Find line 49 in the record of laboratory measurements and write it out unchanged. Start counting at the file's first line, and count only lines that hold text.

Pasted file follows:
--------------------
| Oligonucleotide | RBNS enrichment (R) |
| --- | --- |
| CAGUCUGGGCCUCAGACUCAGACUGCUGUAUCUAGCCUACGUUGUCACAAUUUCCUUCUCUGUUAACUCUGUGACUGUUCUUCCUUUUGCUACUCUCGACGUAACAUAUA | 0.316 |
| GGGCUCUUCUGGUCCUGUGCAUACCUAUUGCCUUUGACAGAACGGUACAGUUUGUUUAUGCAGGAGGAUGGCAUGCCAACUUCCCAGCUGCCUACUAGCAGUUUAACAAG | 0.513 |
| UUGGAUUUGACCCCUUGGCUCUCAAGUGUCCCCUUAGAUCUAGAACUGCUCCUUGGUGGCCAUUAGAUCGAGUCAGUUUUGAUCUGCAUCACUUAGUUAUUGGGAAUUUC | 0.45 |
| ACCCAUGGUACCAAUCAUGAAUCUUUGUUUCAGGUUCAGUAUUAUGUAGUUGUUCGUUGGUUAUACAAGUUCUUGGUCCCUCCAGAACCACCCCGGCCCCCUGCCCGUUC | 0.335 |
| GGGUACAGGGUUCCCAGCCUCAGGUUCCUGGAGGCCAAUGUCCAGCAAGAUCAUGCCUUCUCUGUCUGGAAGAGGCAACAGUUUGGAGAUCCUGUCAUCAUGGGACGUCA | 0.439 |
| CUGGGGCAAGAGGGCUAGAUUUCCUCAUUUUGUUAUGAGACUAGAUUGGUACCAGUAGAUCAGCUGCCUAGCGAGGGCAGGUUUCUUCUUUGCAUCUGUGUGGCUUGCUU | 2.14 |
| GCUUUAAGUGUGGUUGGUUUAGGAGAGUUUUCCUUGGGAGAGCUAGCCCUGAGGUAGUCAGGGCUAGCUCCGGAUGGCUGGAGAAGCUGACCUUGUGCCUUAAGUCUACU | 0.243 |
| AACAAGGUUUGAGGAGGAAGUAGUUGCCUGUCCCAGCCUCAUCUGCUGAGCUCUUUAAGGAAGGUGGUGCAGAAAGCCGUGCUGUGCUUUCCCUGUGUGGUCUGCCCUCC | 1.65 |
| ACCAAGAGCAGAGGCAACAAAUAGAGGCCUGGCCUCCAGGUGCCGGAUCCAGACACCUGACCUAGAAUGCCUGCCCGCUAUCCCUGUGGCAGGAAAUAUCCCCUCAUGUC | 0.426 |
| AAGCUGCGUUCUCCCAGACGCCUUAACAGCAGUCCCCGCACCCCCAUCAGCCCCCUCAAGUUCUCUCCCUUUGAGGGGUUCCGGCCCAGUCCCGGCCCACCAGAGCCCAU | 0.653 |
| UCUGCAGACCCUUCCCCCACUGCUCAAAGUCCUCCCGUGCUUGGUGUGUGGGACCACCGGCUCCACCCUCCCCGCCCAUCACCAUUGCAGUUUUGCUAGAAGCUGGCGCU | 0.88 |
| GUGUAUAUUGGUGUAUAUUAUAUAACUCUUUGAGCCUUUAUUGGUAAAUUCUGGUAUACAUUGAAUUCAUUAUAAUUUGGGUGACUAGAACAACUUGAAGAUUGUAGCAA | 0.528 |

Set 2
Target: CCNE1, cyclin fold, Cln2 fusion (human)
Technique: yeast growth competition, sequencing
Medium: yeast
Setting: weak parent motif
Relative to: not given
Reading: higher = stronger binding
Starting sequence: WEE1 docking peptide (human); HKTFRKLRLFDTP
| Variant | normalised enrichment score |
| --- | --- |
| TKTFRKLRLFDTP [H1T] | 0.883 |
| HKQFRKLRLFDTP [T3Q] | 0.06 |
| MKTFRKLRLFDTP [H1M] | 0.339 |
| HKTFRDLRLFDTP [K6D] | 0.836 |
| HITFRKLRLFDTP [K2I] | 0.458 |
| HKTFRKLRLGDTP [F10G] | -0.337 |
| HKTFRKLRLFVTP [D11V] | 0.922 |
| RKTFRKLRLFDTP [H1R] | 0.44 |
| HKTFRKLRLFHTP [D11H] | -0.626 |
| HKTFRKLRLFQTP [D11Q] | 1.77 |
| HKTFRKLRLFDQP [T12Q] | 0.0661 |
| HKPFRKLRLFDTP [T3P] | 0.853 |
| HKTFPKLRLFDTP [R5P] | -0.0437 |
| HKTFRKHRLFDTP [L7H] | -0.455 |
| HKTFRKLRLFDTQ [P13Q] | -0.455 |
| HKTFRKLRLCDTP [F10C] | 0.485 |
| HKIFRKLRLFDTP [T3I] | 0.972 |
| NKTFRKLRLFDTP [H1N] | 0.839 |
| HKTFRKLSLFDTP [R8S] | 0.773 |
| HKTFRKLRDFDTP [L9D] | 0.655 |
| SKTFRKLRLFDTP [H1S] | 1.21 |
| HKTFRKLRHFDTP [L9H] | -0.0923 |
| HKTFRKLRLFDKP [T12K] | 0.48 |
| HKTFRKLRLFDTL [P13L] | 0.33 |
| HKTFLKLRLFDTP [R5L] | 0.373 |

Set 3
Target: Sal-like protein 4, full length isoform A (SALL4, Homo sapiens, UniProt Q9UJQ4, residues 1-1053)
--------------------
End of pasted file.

| HKTFLKLRLFDTP [R5L] | 0.373 |